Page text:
Sitting at a social gathering, you meet someone with connections to your dream company. The party is loud and attention spans are short, so you only have 30 seconds to approach them and give a spiel about why they should care about you and your personal brand. Yes, you need to give your best elevator pitch and answer “tell me about yourself.” As much as icebreakers make you cringe, don’t you kind of wish you could play Two Truths and a Lie rather than answer THIS question again? You need to capture their attention and give them a reason to want to refer you to someone within the company. If this makes you sweat, have no fear.
Here’s how to rock that dreaded elevator pitch.
But what in the world is an elevator pitch, anyway?
Why is it called the elevator pitch? Pretend you’ve just walked in an elevator with a potential connection or future employer. You have the amount of time it takes to get from the lobby to the top floor to sell yourself to them. “An elevator pitch is a short and basic introduction telling the other person who you are, what you do including potential skills and relating it to the person you are speaking to in terms of how they may help you or how you may help them,” said Pam Garcia-Rivera, Media, Information & Communication Career Advisor in the University of Wisconsin-Madison’s School of Journalism and Mass Communication.
It sounds fairly daunting, especially since you’re being put on the spot. It might be easier to visualize putting this pitch together like you’re making a sandwich. Different and essential ingredients need to go in to make the sandwich (your pitch) delicious (or effective). So let’s break each part down.
In our sandwich, the bread represents the basics. You can’t have a sandwich without bread, just like you can’t have an elevator pitch without the basics. In some cases, you’re meeting this person for the first time. It’ll feel pretty similar to the first day of school, where everyone goes around and introduces themselves to the rest of the class. “You’ll have to adjust accordingly for the situation, but the basics are name, major and school,” said Christopher Legaspi-Tabuena, a senior at DePaul University who has attended many networking events and held an internship at CME Group this past summer.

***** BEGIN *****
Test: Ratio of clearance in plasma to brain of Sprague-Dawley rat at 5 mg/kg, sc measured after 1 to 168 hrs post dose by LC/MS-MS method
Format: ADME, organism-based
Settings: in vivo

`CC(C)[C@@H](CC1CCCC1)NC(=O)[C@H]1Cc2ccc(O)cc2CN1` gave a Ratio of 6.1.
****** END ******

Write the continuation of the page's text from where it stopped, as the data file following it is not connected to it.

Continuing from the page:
Those three items will take about a third of your time up, but they’re essential. They’re the crux of who you are. Bonus: There’s always the chance that your school is their alma mater.
Here comes your turkey, your ham, your black bean burger, what have you. In other words: the nitty gritty of your pitch. This varies depending on who you’re pitching to. Don’t just discuss your experience in the job market, but explain HOW your experience would impact or help you achieve your future goals. What makes YOU stand out from the others?
“Though it’s essential to explain your qualifications, spending 20 of the 30 seconds of a pitch hitting the same points that hundreds before you have copy and pasted causes the audience to lose attention no matter how impressive the points may be,” said junior Jake Walczyk, the Internal Affairs and Development Coordinator for UW-Madison’s Student Leadership Program. Time to bring up your unique qualities.
If you’re chatting up an executive at a large advertising agency, talk about how you assisted on creating a successful campaign for a big name client, even if it was for a school project. Or if it’s a big time biomedical researcher, tell them about the research you’ve done in your lab and some of the results. Professionals don’t necessarily want to just hear about the experiences. Instead, they want to know what you did with them.
But you need to keep it simple too. Don’t bog the professionals down with your impressive knowledge of industry jargon. “In seventh grade I had to give a campaign speech for student government to our entire grade. Though there’s obviously an extreme difference between pitching to middle schoolers and real industry professionals, I’ve learned that they’re also very similar in a variety of ways,” said Walczyk. “Both attention spans are short and the audience becomes desensitized to generic talking points. If you can engage a middle schooler with a pitch, you can do the same for an industry professional.”
Adding in Passion
Here’s the lettuce, the tomato, the pesto, the mayo, whatever last minute extras you like to put on that make your sandwich unique and delicious. This is the part that will make them remember you later on, otherwise known as the kicker. You’ve already given them some logistics and a bit of background on who you are. Now, you have the opportunity to maintain their curiosity and keep them wanting more.
“Above all else, I think being genuine is the biggest key to a successful pitch. Many times we prepare exactly what we want to say so much that it comes off robotic, like you’re just reading off a memorized script,” said Walczyk. “Even though preparation is key, passion is more evident when speaking from the heart. Employers are searching for an excellent candidate, but they also want a real human being that they can kick it with after a long day.”
The concept of passion really does capture attention. I have several phrases that I always like to add into my pitch. “I’m the future CEO of Disney.” “I carry around my book of creativity wherever I go.” “I treat my planner like it’s the Bible.” These short sentences leave my audience wanting to know more, like, “what goes into your book of creativity,” or, “why Disney?”. They also know from these sentences that I’m ambitious, I’m creative and I’m organized and great at time management. I didn’t need to explicitly state it because the sentences themselves serve as the implications of my character.
So take some time to get to know your strengths and what you want others to know about you. What makes you stand out from a crowd and why should they hire you? You’ll walk into every networking event and social gathering more confident than ever before.